6am, everything is sore. Time to crawl out and get on with it, it’s the last day of the second stage. I don’t want to move… really I don’t. Destination Napier and a chance for some rest and good home cooking. The thought of sweet mamas meat loaf and raspberry square. OK that got me moving.
I said my goodbyes to Kuripapango camp ground and Nick the Brit and headed east into the dawn.
Nick the Brit
Nick didn’t really arrive as explode through a sea of manuka at dusk the night before. He’d just come up from Napier all vim and vigor with a massive cargo in tow (four panniers, a pack and a water bladder (I kid you not)) bound for Ohakune. We talked for a bit about the joy of hill climbing fully loaded, oohed and aahed over bike kit, then I gave him a low down on the Annie. He was strong, a bronzed athletic fit young Brit (in comparison to a old greybeard… me) and I’m sure he’ll make shorter work of my yesterday.
Onward into the east
Napier was another 86km away (according to Nick) and I knew there were hills between it and me. ‘What do they mean when create signs saying 86km to somewhere?’ Is that to the outskirts? The centre? The other end of town? When you measure your days in kilometres this stuff becomes really important. So I started to scheme about points on the line, stage gates, milestones… like a countdown to liftoff. I was like: ‘T minus 2 hours and counting’. Good god I need a life.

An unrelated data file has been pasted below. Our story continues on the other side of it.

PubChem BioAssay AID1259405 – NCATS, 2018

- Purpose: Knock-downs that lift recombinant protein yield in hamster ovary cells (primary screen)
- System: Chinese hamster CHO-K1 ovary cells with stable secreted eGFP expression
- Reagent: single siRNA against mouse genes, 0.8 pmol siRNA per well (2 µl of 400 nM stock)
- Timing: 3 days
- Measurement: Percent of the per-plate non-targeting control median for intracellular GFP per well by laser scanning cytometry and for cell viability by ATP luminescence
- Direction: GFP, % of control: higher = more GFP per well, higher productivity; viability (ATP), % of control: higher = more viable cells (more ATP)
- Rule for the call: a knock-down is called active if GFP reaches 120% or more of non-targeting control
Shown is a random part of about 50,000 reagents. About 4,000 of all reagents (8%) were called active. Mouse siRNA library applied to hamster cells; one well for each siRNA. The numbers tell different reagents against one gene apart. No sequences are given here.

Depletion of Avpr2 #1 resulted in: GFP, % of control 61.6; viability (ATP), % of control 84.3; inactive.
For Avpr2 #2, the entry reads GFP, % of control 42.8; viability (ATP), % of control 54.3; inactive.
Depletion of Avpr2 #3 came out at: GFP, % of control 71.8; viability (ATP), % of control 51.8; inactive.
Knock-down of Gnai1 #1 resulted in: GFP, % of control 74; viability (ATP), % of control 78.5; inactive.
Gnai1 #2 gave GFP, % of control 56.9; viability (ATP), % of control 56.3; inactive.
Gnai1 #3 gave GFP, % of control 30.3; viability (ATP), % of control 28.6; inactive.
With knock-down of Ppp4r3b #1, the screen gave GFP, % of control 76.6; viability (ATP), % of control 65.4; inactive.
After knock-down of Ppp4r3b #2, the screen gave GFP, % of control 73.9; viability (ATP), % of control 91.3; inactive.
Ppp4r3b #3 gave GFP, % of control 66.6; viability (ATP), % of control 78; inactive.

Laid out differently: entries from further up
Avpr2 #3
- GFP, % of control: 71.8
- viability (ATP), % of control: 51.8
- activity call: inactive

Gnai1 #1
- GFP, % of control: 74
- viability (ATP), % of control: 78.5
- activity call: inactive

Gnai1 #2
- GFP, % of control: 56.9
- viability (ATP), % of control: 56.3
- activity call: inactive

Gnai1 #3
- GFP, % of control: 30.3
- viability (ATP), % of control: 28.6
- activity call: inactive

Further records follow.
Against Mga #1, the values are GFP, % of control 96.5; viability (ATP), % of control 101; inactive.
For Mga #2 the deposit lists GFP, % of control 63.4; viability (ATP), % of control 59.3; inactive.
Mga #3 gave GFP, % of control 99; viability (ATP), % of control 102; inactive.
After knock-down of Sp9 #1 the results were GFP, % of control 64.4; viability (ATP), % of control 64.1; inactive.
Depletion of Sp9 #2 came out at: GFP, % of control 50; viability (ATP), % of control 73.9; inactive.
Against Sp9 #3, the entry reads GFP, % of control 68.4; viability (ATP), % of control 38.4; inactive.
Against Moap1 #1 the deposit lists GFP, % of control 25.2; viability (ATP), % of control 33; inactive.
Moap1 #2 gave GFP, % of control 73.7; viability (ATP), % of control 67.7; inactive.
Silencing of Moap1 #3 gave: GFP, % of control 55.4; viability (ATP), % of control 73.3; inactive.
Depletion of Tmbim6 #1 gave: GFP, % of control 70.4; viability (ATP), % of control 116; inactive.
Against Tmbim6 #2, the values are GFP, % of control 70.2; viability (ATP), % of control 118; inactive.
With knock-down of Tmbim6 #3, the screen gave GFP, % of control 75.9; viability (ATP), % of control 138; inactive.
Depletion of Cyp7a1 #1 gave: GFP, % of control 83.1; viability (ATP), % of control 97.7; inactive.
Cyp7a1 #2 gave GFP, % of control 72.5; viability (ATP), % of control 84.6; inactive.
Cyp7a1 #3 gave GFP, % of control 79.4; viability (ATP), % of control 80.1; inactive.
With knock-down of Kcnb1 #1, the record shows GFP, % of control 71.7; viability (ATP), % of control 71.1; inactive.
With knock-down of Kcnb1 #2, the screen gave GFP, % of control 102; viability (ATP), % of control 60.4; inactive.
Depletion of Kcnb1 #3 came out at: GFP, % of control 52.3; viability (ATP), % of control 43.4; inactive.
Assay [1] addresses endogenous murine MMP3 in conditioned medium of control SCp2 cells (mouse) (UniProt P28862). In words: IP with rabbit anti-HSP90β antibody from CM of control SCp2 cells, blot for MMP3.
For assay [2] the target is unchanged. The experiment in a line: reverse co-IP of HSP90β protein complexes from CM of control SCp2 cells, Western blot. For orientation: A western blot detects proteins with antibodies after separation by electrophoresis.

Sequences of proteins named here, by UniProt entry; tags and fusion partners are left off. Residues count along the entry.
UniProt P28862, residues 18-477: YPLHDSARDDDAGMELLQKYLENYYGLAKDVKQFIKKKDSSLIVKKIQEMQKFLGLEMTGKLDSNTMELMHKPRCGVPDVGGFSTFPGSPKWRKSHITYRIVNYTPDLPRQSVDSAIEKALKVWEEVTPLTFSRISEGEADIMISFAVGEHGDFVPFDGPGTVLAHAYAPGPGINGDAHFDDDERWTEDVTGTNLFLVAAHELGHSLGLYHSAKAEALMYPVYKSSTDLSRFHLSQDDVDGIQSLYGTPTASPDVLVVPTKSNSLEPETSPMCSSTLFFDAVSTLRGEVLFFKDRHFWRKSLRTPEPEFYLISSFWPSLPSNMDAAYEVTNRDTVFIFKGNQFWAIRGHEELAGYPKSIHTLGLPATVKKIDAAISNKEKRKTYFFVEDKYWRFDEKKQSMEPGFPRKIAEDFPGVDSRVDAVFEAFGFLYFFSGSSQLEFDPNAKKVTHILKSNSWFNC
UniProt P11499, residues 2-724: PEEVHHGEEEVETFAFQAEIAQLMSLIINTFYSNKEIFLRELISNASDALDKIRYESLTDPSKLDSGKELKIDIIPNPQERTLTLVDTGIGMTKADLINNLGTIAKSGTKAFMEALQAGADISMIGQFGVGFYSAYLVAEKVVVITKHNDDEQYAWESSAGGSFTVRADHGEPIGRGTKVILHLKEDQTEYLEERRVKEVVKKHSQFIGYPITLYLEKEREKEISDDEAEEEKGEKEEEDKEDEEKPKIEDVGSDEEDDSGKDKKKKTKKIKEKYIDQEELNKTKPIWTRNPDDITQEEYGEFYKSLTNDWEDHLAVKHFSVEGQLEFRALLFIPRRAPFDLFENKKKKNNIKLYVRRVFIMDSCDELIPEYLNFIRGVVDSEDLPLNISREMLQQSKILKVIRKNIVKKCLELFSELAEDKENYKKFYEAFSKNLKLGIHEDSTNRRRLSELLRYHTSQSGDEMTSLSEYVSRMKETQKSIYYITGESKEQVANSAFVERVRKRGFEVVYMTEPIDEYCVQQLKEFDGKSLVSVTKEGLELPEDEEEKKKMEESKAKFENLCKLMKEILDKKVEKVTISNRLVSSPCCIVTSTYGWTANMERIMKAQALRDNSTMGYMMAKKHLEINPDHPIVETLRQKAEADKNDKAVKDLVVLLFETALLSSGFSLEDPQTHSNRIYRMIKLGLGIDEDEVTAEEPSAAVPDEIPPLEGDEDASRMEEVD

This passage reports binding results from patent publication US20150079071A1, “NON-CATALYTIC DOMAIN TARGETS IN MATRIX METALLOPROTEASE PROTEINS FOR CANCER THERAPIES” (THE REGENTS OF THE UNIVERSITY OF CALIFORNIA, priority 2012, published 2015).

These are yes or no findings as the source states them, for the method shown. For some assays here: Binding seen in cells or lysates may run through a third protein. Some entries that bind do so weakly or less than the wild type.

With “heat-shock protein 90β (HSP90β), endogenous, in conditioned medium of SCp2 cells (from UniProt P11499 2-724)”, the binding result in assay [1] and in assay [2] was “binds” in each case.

All I know is I have at least another 4 to 7 hours on road depending on the terrain, but I’m expecting less considering everything should be tracking my way, downhill. Wishful thinking…
There was an immediate climb out, then another and another, but this was soon replaced by long sweeping downhills through the forest to the edge of the Hawkes Bay high country. I’ve cycled through a voodoo where a lush green palette has been replaced with the khaki brown of my childhood. Behold the magnificent Hawkes Bay, laid open and bare from the Takapau to the Tutira.
Now it was a case of go hard and get home. Now was a time where descent was more common than ascent. Where the breeze, no matter which direction was as warm and agreeable as was the slope of travel. I made good time. ‘Omahu’ by 10:30.
That was my call sign back to the world (time to turn the cellular on) to let them know I was still alive, ‘Omahu’, ‘Omahu’, ‘Omahu’. And ‘Oh ma’ I had arrived.
It was the new world. There would be feasting, drinking, sleeping in a bed, there would be showers and I would have clean bits! I was excited.
I don’t think I’d ever ridden so fast to the Ahuriri. The moment had arrived. I was at a watering hole. Rest good, good leggies. You got me this far, you deserve a brake.
Todays top track: Michael Bublé – All I Want for Christmas Is You